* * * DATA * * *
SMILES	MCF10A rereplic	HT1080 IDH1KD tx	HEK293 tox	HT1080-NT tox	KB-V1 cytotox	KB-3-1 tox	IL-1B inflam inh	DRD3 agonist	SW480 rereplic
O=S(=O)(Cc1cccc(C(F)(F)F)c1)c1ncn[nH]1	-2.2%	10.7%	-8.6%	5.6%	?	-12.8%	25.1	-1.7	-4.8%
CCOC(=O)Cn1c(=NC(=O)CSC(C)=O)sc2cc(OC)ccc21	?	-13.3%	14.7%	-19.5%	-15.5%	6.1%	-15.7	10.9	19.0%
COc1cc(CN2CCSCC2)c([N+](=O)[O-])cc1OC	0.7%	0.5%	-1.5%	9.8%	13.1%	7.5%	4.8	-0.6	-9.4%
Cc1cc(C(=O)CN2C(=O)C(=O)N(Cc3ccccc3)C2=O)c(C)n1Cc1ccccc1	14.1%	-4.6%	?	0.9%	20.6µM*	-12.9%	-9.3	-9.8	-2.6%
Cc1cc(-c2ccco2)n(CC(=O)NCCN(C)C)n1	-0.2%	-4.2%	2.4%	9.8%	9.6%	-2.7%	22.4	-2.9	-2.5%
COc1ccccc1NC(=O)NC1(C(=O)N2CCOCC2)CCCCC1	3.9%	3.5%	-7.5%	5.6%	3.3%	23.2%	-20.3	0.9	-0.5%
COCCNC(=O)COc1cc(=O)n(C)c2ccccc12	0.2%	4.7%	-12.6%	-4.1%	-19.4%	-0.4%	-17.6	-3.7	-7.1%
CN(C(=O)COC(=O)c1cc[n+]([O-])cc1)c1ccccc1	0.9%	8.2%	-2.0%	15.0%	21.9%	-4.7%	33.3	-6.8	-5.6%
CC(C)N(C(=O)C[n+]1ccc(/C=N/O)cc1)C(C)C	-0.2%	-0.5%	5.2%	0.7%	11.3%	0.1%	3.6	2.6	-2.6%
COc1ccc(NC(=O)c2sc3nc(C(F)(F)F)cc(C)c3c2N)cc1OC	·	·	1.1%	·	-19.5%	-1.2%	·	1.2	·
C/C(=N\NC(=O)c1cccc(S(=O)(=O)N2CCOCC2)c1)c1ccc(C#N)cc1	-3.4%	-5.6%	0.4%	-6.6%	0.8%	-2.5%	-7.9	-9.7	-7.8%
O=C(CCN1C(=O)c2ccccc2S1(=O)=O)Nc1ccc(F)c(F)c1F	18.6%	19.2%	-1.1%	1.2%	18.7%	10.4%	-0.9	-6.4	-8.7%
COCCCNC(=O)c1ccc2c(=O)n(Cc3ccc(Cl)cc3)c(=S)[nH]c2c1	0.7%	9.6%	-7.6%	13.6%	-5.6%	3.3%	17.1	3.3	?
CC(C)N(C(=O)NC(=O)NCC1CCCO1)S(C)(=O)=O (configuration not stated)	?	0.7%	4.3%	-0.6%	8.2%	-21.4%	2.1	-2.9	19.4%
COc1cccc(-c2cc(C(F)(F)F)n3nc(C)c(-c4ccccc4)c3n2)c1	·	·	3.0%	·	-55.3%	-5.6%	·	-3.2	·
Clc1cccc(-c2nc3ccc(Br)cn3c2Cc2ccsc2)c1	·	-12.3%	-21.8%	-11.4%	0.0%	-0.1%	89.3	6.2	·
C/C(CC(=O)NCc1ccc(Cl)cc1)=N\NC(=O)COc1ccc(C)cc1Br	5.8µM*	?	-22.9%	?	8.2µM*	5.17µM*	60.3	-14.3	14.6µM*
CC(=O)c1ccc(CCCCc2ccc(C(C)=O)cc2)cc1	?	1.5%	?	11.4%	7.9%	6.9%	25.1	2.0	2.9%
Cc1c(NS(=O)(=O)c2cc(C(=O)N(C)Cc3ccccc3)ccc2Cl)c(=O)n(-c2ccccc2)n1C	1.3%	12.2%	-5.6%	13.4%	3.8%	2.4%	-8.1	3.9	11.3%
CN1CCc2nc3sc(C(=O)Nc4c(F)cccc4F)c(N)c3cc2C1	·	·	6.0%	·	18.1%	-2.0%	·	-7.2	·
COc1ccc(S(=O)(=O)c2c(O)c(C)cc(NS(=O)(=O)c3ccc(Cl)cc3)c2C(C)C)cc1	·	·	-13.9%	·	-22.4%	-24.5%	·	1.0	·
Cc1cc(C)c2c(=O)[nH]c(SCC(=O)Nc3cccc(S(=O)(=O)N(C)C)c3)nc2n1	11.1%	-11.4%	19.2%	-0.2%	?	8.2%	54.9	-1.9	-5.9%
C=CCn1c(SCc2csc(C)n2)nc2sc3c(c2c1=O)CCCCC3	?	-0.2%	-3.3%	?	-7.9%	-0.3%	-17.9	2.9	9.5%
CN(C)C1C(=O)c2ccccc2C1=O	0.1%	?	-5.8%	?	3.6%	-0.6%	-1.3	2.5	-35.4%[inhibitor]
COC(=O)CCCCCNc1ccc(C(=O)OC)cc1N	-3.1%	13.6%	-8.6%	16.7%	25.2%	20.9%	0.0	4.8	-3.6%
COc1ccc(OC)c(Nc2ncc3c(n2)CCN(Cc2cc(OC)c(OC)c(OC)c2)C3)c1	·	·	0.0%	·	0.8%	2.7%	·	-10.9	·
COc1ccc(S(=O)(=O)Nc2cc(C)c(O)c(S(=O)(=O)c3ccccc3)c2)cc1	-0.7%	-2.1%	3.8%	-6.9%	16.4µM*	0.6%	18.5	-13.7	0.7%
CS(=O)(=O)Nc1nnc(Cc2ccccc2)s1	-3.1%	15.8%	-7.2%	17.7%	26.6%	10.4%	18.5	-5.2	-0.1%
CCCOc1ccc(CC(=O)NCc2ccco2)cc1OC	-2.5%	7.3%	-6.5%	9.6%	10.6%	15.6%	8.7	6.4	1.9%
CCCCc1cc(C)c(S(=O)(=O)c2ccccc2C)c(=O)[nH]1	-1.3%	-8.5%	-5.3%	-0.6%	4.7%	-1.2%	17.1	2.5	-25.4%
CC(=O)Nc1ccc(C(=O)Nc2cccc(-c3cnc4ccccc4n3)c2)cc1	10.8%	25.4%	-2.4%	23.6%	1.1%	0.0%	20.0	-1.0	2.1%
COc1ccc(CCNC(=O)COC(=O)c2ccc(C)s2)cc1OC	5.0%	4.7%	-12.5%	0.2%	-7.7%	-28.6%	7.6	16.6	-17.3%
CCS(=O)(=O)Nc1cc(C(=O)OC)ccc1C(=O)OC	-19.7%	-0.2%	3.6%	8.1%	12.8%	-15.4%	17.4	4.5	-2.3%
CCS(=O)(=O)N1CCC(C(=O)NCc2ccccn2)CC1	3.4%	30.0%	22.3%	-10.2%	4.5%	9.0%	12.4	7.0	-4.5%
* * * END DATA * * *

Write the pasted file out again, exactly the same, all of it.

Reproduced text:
SMILES	MCF10A rereplic	HT1080 IDH1KD tx	HEK293 tox	HT1080-NT tox	KB-V1 cytotox	KB-3-1 tox	IL-1B inflam inh	DRD3 agonist	SW480 rereplic
O=S(=O)(Cc1cccc(C(F)(F)F)c1)c1ncn[nH]1	-2.2%	10.7%	-8.6%	5.6%	?	-12.8%	25.1	-1.7	-4.8%
CCOC(=O)Cn1c(=NC(=O)CSC(C)=O)sc2cc(OC)ccc21	?	-13.3%	14.7%	-19.5%	-15.5%	6.1%	-15.7	10.9	19.0%
COc1cc(CN2CCSCC2)c([N+](=O)[O-])cc1OC	0.7%	0.5%	-1.5%	9.8%	13.1%	7.5%	4.8	-0.6	-9.4%
Cc1cc(C(=O)CN2C(=O)C(=O)N(Cc3ccccc3)C2=O)c(C)n1Cc1ccccc1	14.1%	-4.6%	?	0.9%	20.6µM*	-12.9%	-9.3	-9.8	-2.6%
Cc1cc(-c2ccco2)n(CC(=O)NCCN(C)C)n1	-0.2%	-4.2%	2.4%	9.8%	9.6%	-2.7%	22.4	-2.9	-2.5%
COc1ccccc1NC(=O)NC1(C(=O)N2CCOCC2)CCCCC1	3.9%	3.5%	-7.5%	5.6%	3.3%	23.2%	-20.3	0.9	-0.5%
COCCNC(=O)COc1cc(=O)n(C)c2ccccc12	0.2%	4.7%	-12.6%	-4.1%	-19.4%	-0.4%	-17.6	-3.7	-7.1%
CN(C(=O)COC(=O)c1cc[n+]([O-])cc1)c1ccccc1	0.9%	8.2%	-2.0%	15.0%	21.9%	-4.7%	33.3	-6.8	-5.6%
CC(C)N(C(=O)C[n+]1ccc(/C=N/O)cc1)C(C)C	-0.2%	-0.5%	5.2%	0.7%	11.3%	0.1%	3.6	2.6	-2.6%
COc1ccc(NC(=O)c2sc3nc(C(F)(F)F)cc(C)c3c2N)cc1OC	·	·	1.1%	·	-19.5%	-1.2%	·	1.2	·
C/C(=N\NC(=O)c1cccc(S(=O)(=O)N2CCOCC2)c1)c1ccc(C#N)cc1	-3.4%	-5.6%	0.4%	-6.6%	0.8%	-2.5%	-7.9	-9.7	-7.8%
O=C(CCN1C(=O)c2ccccc2S1(=O)=O)Nc1ccc(F)c(F)c1F	18.6%	19.2%	-1.1%	1.2%	18.7%	10.4%	-0.9	-6.4	-8.7%
COCCCNC(=O)c1ccc2c(=O)n(Cc3ccc(Cl)cc3)c(=S)[nH]c2c1	0.7%	9.6%	-7.6%	13.6%	-5.6%	3.3%	17.1	3.3	?
CC(C)N(C(=O)NC(=O)NCC1CCCO1)S(C)(=O)=O (configuration not stated)	?	0.7%	4.3%	-0.6%	8.2%	-21.4%	2.1	-2.9	19.4%
COc1cccc(-c2cc(C(F)(F)F)n3nc(C)c(-c4ccccc4)c3n2)c1	·	·	3.0%	·	-55.3%	-5.6%	·	-3.2	·
Clc1cccc(-c2nc3ccc(Br)cn3c2Cc2ccsc2)c1	·	-12.3%	-21.8%	-11.4%	0.0%	-0.1%	89.3	6.2	·
C/C(CC(=O)NCc1ccc(Cl)cc1)=N\NC(=O)COc1ccc(C)cc1Br	5.8µM*	?	-22.9%	?	8.2µM*	5.17µM*	60.3	-14.3	14.6µM*
CC(=O)c1ccc(CCCCc2ccc(C(C)=O)cc2)cc1	?	1.5%	?	11.4%	7.9%	6.9%	25.1	2.0	2.9%
Cc1c(NS(=O)(=O)c2cc(C(=O)N(C)Cc3ccccc3)ccc2Cl)c(=O)n(-c2ccccc2)n1C	1.3%	12.2%	-5.6%	13.4%	3.8%	2.4%	-8.1	3.9	11.3%
CN1CCc2nc3sc(C(=O)Nc4c(F)cccc4F)c(N)c3cc2C1	·	·	6.0%	·	18.1%	-2.0%	·	-7.2	·
COc1ccc(S(=O)(=O)c2c(O)c(C)cc(NS(=O)(=O)c3ccc(Cl)cc3)c2C(C)C)cc1	·	·	-13.9%	·	-22.4%	-24.5%	·	1.0	·
Cc1cc(C)c2c(=O)[nH]c(SCC(=O)Nc3cccc(S(=O)(=O)N(C)C)c3)nc2n1	11.1%	-11.4%	19.2%	-0.2%	?	8.2%	54.9	-1.9	-5.9%
C=CCn1c(SCc2csc(C)n2)nc2sc3c(c2c1=O)CCCCC3	?	-0.2%	-3.3%	?	-7.9%	-0.3%	-17.9	2.9	9.5%
CN(C)C1C(=O)c2ccccc2C1=O	0.1%	?	-5.8%	?	3.6%	-0.6%	-1.3	2.5	-35.4%[inhibitor]
COC(=O)CCCCCNc1ccc(C(=O)OC)cc1N	-3.1%	13.6%	-8.6%	16.7%	25.2%	20.9%	0.0	4.8	-3.6%
COc1ccc(OC)c(Nc2ncc3c(n2)CCN(Cc2cc(OC)c(OC)c(OC)c2)C3)c1	·	·	0.0%	·	0.8%	2.7%	·	-10.9	·
COc1ccc(S(=O)(=O)Nc2cc(C)c(O)c(S(=O)(=O)c3ccccc3)c2)cc1	-0.7%	-2.1%	3.8%	-6.9%	16.4µM*	0.6%	18.5	-13.7	0.7%
CS(=O)(=O)Nc1nnc(Cc2ccccc2)s1	-3.1%	15.8%	-7.2%	17.7%	26.6%	10.4%	18.5	-5.2	-0.1%
CCCOc1ccc(CC(=O)NCc2ccco2)cc1OC	-2.5%	7.3%	-6.5%	9.6%	10.6%	15.6%	8.7	6.4	1.9%
CCCCc1cc(C)c(S(=O)(=O)c2ccccc2C)c(=O)[nH]1	-1.3%	-8.5%	-5.3%	-0.6%	4.7%	-1.2%	17.1	2.5	-25.4%
CC(=O)Nc1ccc(C(=O)Nc2cccc(-c3cnc4ccccc4n3)c2)cc1	10.8%	25.4%	-2.4%	23.6%	1.1%	0.0%	20.0	-1.0	2.1%
COc1ccc(CCNC(=O)COC(=O)c2ccc(C)s2)cc1OC	5.0%	4.7%	-12.5%	0.2%	-7.7%	-28.6%	7.6	16.6	-17.3%
CCS(=O)(=O)Nc1cc(C(=O)OC)ccc1C(=O)OC	-19.7%	-0.2%	3.6%	8.1%	12.8%	-15.4%	17.4	4.5	-2.3%
CCS(=O)(=O)N1CCC(C(=O)NCc2ccccn2)CC1	3.4%	30.0%	22.3%	-10.2%	4.5%	9.0%	12.4	7.0	-4.5%